Erotophobes say: “I don’t want to go to a nude beach and I don’t want you to have the option to go either!”

In other words, a moralistic sex scold and erotophobe. But even more critically, a scold whose conscious mind is so taken up by the fear of sex that s/he won't even allow a documentary film to be shown to young people which highlights the pitfalls of porn and misdirected sex!

Quite obviously, the nuns that ran the seminar on sexual violence were more erotophiles but in the most positive, constructive way : they viewed sex as a positive aspect of humanity but were also aware of the negative effects of certain kinds of porn, and found that their charges needed to be aware of them. They might have selected a ‘Mary Poppins’-ish  video by which to try to gain their attention, but understood more realistically, that a more genuine video would have a more salutary and long term effect. No one complained about it over ten years, not one of the girls, so why the big fuss? Well, because one or two parents who managed to see the video got their panties in a bunch about it ….eroto-PHOBES!

Nor is this issue passé, though it happened 17 years ago, going on 18. In her book: ‘Just Love: A Framework for Christian Ethics’, Sister Margaret Farley – also a target of pea-brained Inquisitors, courageously explored dozens of sexual-moral cultures from around the globe. Her results were startling in their finding that (typically) white Americans of the Catholic mold were amongst the most sex averse in the world.

Why is that? Or in the context of the Notre Dame porn video furore: How is it Canadian and European sexuality classes could show the same porno documentary with no fanfare or outrage, but all hell broke loose in Maryland, USA? Inquiring minds want to know!

Sister Farley for her part in the book section on 'The Negative Potential of Sex' (p. 237) surveys a couple of the negative agents (e.g. prostitution and pornography) that might impact the relational norms in her defined sexual ethics (Chapter Six, 'Framework for a Sexual Ethic'). As opposed to hysterical, irrational treatment, she observes (p. 239):

"Not all use of pornography is harmful to individuals, no doubt, and it is all too easy for zealots to lump even great literature and art into the category of pornography."

Indeed! Tell that to the sex scolds in Maryland, over the ‘Not A Love Story’ video! Who came out frothing at the mouth over a documentary exposing the harmful effects of porn on the relationships between men and women!

But let’s probe this issue at a deeper level based on Klein’s own insights (Battleground: The War on Pornography, p. 136). He writes as a sex positivist (and note that although 'Not a Love Story' is not porn, the category of media under which it was attacked was interpreted as porn. Also, condeming all porn as vile - as Sister Farley notes, is whacko crazy, since much of it is useful, for example in showing men and women how to gain more sexual fulfillment and diversity):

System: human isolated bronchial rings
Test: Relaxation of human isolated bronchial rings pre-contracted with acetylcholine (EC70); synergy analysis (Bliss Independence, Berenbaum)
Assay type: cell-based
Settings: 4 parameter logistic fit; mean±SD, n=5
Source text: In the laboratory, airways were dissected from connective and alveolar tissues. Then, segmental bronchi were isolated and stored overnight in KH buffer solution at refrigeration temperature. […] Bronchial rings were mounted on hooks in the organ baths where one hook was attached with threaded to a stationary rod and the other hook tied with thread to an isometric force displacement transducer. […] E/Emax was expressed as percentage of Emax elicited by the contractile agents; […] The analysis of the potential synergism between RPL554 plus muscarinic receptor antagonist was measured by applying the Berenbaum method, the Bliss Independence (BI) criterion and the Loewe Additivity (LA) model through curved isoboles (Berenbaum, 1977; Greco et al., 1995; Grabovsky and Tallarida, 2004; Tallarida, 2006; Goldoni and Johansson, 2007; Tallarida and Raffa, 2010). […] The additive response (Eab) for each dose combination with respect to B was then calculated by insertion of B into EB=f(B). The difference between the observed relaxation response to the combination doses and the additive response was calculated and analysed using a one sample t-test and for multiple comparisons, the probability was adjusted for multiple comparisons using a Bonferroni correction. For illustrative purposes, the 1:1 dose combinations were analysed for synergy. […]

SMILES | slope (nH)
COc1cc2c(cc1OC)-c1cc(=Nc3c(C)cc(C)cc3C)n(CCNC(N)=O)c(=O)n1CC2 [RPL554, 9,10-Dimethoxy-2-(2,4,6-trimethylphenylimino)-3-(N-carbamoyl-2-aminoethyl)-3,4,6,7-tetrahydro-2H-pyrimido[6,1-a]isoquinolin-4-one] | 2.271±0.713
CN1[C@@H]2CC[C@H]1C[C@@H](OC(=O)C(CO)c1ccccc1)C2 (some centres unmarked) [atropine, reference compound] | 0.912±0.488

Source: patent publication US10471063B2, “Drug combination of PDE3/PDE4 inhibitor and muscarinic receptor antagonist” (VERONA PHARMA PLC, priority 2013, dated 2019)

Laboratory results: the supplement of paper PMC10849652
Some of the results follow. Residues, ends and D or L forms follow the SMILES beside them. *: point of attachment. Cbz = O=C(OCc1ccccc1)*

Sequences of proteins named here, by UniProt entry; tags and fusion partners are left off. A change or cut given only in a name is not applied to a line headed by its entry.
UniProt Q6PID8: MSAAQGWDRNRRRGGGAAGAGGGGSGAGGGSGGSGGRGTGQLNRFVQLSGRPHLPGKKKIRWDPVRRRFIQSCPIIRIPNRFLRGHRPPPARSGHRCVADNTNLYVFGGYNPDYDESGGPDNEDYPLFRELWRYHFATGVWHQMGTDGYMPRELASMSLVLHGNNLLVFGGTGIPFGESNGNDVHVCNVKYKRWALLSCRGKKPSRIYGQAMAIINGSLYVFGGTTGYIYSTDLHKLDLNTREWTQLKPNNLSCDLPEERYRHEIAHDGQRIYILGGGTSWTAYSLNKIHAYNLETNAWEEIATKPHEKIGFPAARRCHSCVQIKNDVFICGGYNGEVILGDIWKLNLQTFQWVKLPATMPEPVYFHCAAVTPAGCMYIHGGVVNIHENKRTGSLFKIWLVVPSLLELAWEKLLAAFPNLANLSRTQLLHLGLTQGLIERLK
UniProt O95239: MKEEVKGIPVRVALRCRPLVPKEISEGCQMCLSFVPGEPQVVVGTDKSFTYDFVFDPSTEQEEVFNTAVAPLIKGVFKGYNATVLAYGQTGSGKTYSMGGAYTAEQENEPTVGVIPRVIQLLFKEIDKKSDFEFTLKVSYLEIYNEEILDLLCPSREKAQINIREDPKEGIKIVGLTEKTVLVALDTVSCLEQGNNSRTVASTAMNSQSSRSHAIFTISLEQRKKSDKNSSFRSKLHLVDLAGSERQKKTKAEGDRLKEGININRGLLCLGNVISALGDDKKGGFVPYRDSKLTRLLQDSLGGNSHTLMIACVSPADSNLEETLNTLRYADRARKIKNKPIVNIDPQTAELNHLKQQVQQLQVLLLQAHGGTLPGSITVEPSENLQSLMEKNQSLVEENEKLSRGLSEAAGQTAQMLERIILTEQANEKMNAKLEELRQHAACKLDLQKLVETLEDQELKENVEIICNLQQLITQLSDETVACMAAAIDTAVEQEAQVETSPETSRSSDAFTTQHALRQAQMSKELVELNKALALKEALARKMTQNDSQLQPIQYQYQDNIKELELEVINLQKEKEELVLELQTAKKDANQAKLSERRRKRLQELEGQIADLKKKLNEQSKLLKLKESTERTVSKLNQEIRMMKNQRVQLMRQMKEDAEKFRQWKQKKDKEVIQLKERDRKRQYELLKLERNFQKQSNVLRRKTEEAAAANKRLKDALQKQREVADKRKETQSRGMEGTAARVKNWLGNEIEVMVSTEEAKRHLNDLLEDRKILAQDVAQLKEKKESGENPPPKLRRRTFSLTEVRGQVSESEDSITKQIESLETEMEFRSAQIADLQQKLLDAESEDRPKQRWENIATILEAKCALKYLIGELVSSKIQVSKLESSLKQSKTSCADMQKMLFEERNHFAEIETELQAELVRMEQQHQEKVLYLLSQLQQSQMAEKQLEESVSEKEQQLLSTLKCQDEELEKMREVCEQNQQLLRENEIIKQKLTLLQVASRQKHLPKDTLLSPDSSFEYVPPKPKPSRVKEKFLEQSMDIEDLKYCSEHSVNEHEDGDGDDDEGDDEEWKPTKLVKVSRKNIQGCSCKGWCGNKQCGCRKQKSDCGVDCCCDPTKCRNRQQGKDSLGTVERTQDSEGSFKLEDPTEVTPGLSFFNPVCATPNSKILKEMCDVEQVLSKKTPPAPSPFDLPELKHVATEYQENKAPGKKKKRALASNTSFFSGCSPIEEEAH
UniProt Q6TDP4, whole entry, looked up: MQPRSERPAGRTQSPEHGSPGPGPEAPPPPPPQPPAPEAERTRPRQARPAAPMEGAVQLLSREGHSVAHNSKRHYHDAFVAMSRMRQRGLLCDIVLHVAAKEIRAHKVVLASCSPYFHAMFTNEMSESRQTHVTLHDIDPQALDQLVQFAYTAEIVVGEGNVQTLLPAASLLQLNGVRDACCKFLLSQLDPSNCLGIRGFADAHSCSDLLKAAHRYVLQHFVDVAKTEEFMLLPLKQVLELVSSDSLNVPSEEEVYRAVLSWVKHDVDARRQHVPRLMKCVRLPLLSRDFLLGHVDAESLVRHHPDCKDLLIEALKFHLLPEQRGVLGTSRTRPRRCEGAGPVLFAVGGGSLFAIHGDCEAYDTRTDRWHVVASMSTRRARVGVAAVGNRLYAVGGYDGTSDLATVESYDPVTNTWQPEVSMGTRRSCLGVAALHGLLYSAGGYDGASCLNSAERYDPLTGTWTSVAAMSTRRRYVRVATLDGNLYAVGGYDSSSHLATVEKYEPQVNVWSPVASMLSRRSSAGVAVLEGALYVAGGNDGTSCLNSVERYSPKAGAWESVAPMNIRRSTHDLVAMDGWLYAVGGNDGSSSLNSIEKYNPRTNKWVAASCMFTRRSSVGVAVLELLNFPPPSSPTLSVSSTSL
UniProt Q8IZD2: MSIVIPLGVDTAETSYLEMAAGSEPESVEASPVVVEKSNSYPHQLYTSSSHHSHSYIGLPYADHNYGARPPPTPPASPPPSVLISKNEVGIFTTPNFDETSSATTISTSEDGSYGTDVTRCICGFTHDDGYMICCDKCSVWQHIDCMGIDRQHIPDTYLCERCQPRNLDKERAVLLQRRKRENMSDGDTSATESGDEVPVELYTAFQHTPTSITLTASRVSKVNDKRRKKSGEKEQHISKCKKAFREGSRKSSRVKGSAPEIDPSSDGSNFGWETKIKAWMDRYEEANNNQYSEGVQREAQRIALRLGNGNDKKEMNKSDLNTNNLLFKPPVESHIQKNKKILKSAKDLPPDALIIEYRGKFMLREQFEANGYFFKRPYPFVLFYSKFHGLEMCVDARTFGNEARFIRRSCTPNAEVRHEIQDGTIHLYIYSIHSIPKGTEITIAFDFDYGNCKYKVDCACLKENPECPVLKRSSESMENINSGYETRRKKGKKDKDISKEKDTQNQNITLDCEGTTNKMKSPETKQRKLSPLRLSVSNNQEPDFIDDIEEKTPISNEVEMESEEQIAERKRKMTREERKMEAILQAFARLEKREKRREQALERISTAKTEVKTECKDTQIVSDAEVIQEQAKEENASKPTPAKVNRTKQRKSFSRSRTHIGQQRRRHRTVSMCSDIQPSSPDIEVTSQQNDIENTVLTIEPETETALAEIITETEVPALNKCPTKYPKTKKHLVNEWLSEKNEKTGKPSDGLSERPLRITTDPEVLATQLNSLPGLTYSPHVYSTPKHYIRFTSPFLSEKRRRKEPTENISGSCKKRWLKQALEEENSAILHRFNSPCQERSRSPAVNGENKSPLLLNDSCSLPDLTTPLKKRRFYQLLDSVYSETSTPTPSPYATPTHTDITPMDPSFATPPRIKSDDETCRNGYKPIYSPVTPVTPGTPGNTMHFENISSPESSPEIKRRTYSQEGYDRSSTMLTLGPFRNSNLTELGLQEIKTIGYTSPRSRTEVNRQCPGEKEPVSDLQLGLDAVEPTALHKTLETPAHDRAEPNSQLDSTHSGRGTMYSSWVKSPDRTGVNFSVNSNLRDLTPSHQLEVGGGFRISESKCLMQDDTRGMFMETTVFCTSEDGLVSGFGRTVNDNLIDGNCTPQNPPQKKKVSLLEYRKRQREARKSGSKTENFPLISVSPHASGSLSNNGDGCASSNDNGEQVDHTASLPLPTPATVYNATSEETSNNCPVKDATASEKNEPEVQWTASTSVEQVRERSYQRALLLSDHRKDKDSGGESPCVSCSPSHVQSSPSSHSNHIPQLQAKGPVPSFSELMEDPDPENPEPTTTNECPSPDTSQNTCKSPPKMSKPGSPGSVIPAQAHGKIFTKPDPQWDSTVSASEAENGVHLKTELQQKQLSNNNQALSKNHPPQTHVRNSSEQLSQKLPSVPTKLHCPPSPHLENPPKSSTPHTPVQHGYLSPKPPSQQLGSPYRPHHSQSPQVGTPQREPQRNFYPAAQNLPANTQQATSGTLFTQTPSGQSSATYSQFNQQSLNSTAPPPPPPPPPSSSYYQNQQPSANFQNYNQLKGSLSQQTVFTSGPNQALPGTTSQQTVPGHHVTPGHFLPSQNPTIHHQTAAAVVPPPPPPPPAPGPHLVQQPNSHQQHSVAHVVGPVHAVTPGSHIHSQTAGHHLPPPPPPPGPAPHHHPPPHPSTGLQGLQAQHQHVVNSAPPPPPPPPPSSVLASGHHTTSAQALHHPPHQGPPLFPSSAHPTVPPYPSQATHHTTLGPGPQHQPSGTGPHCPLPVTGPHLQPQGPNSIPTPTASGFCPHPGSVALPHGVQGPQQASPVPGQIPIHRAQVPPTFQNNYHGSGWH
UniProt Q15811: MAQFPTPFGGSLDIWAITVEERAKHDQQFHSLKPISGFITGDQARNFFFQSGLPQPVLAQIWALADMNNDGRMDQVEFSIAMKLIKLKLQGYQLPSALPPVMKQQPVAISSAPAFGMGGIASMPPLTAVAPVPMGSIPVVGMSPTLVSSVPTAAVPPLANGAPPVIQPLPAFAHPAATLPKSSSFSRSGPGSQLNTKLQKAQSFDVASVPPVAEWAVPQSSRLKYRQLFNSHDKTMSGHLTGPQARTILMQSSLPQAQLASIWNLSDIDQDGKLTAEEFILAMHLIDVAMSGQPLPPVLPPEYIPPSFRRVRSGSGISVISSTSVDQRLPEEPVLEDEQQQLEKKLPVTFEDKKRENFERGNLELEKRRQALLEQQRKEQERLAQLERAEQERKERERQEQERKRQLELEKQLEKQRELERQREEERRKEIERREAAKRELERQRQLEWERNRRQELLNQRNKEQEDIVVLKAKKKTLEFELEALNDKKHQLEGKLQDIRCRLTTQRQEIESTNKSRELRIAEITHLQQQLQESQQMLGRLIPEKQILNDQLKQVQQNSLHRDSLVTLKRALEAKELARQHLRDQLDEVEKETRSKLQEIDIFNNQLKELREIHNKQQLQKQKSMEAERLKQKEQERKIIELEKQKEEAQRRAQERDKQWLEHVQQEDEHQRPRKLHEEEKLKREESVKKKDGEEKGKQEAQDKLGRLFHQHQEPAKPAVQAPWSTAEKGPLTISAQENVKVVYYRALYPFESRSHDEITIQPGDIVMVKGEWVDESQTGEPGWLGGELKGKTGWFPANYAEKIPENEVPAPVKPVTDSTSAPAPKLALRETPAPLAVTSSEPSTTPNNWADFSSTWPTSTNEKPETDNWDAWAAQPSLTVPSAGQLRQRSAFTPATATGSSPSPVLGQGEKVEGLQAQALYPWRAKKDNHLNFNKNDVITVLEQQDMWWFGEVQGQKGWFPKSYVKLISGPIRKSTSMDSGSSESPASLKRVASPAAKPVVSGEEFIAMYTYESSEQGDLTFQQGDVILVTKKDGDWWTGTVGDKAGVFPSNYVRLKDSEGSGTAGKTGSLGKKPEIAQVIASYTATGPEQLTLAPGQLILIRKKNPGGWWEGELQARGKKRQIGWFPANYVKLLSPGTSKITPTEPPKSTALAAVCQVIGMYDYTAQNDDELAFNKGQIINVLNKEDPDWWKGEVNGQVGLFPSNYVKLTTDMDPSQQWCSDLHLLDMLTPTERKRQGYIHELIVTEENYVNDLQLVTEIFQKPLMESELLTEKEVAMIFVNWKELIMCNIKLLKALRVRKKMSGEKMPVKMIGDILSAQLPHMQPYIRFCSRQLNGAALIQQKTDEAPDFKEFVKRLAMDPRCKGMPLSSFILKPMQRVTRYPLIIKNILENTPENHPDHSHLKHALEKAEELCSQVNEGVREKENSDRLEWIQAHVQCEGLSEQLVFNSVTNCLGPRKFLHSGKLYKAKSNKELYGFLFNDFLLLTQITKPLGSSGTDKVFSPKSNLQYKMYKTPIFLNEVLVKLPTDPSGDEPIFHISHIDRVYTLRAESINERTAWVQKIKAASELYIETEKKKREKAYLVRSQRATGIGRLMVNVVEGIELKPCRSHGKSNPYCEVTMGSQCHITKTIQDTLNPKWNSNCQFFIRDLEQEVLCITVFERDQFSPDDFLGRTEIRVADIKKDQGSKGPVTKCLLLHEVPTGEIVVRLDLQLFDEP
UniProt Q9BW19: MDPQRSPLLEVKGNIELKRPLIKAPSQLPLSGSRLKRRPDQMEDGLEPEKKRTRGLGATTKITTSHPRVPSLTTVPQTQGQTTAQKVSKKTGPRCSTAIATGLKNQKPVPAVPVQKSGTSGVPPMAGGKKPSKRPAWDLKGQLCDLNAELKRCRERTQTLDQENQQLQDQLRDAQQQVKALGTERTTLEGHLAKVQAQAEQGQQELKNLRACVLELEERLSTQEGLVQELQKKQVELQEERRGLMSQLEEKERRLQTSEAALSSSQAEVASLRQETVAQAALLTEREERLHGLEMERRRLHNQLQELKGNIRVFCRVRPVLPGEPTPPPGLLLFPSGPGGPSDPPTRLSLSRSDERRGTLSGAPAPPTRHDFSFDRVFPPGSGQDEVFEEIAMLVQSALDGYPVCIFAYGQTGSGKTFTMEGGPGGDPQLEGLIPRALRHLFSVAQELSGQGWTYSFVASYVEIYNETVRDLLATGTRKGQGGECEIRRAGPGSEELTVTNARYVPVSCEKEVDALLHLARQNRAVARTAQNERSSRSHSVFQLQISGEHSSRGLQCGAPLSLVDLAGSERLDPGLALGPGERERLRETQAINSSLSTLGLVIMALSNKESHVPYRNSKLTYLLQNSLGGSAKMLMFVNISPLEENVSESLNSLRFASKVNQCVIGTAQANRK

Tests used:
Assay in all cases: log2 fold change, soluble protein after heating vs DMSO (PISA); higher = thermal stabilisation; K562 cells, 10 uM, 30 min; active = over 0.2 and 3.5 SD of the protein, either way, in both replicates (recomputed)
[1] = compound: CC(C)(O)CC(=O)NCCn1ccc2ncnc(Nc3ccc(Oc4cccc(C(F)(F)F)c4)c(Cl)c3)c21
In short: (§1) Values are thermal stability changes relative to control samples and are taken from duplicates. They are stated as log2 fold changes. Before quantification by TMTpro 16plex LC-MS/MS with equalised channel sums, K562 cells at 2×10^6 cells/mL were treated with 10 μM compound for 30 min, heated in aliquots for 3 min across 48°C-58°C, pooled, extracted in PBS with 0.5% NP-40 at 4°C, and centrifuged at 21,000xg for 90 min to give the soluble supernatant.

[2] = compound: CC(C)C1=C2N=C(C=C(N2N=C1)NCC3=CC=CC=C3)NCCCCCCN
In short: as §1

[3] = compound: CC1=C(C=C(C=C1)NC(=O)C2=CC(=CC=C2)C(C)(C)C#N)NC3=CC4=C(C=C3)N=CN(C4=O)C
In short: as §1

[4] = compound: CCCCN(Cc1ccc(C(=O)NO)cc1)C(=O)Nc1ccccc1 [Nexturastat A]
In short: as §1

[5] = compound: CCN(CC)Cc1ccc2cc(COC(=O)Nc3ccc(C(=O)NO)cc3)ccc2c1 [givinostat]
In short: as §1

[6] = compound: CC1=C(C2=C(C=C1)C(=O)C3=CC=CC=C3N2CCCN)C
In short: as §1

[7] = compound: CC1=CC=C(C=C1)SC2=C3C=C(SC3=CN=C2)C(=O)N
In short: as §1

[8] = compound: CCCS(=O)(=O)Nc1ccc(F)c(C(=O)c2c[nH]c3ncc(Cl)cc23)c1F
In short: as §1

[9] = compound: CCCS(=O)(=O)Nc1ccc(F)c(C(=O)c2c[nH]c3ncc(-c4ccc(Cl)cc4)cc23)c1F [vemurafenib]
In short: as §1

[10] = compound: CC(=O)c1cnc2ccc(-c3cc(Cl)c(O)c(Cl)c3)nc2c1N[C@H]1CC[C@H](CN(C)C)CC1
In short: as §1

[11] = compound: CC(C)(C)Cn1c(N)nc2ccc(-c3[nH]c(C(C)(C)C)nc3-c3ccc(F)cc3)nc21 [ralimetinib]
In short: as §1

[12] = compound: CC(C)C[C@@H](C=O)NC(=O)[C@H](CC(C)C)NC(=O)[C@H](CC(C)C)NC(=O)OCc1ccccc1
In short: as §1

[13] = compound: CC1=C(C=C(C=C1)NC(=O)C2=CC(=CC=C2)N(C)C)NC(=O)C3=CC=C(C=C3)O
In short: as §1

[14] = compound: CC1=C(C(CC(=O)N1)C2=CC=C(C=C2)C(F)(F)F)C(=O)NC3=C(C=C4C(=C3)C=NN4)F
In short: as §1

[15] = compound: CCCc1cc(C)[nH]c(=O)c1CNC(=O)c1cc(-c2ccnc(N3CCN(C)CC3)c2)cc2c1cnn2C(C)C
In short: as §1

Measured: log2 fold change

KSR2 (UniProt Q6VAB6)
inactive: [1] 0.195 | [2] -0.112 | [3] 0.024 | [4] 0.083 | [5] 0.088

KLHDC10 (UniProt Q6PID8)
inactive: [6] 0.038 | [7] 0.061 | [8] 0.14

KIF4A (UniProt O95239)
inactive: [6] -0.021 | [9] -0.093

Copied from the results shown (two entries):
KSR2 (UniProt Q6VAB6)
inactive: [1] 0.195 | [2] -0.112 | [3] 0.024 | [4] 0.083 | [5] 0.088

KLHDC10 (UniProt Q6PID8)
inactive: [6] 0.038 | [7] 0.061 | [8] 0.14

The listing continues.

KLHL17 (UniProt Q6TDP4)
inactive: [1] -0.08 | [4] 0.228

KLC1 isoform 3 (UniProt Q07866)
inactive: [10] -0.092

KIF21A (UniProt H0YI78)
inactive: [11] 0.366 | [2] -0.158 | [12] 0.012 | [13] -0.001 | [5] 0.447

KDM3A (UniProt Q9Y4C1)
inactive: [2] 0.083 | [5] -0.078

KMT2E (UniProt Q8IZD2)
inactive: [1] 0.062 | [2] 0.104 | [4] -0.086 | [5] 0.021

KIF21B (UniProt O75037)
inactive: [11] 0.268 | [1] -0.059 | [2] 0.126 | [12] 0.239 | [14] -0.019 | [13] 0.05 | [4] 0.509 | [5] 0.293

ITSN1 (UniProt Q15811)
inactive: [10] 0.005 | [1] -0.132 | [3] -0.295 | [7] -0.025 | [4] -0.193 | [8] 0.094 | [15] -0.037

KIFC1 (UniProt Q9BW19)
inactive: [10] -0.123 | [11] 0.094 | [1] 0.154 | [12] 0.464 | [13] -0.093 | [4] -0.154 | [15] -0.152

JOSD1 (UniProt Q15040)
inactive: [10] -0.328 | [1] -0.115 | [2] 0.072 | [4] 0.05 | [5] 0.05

“Pornography is NOT a love story but it does tell some truths. Not literal truths – few of us look like porn actors- but more philosophical, eternal truths. Politically relevant truths. That’s why porn is ultimately subversive, a key reason it’s under siege.”

Once the truths are exposed, this take is validated. Some of the truths Klein identifies are:

- Anyone can feel sexy

- Nothing is inherently non-sexual or erotic.

- The only rules in sex are arbitrary

- Many, many people love sex.

- The erotically ‘nasty’ can be life-affirming

- Even ‘nice people’ enjoy nasty fantasies and games

- Neither intercourse nor orgasm is the center of sexuality

- Focusing on sexuality for its own sake is legitimate

- Men and women who feel secure in their dignity can enthusiastically submit erotically because they don’t fear others’ judgments.

All of these are powerful statements. Most critically, nearly all are at odds with standard Catholic sexuality teaching which places the act of sex beneath the priority of procreation – never mind our planet can’t handle any more CO2 generating humans! Given this, it’s not hard to see why the anti-Notre Dame sex video scolds would feel that the nuns “failed to support Catholic values”. What they evidently forgot in their zealous haste, is that the nuns at Notre Dame – like Sister Margaret Farley – were trying to support HUMAN values.

And they saw that HUMAN values trumped the limited, dumbed down Catholic values. Extrapolate that now to American sex values and one finds a remarkable coincidence despite Catholics making up barely one third of the population. Thus, to recite Klein’s litany of dopey authoritarian axioms pushed on the unthinking:

- Traditional external rules are paramount – if mommy tells you not to play with thingie, she MEANS it!

- Body parts are either sexual or non-sexual (“Don’t even think of involving feet in any sex!”)

- “Nice” and “nasty” sexuality are worlds apart – transl. We don’t do erotic spanking here!

- People who look at porn are nasty, perverted degenerates!

Note that in each case above the transgressive option entails more freedom, true liberty, not less. While Americans are endlessly bragging about how “free” they are, the fact is most Europeans laugh – because they know in things like sexuality Americans are by and large trapped in limited, puritanically -dictated levels of mental servitude. They might read ‘Fifty Shades of Grey’ but few if any would actually incorporate whips or paddles into an authentic sexuality or erotic expression. They’d dismiss it as degraded – hence they aren’t free to pursue it, even experimentally.

Like Sister Farley, Betty Dodson the sex therapist has also appealed to Americans to broaden their sexual perspectives. She argued that if more people, more Americans – pursued currently despised sexual expressions such as masturbation – they’d be much better off. Healthier and more open minded. (Sr. Farley in her own book, makes the case that ‘solo sex’ can be a boon to saving a marriage.)

Perhaps if the Maryland sex scolds had taken this advice the Notre Dame scandal would never have erupted, and the Europeans wouldn’t still be laughing at us now!

The link to the video documentary discussed above can be found here: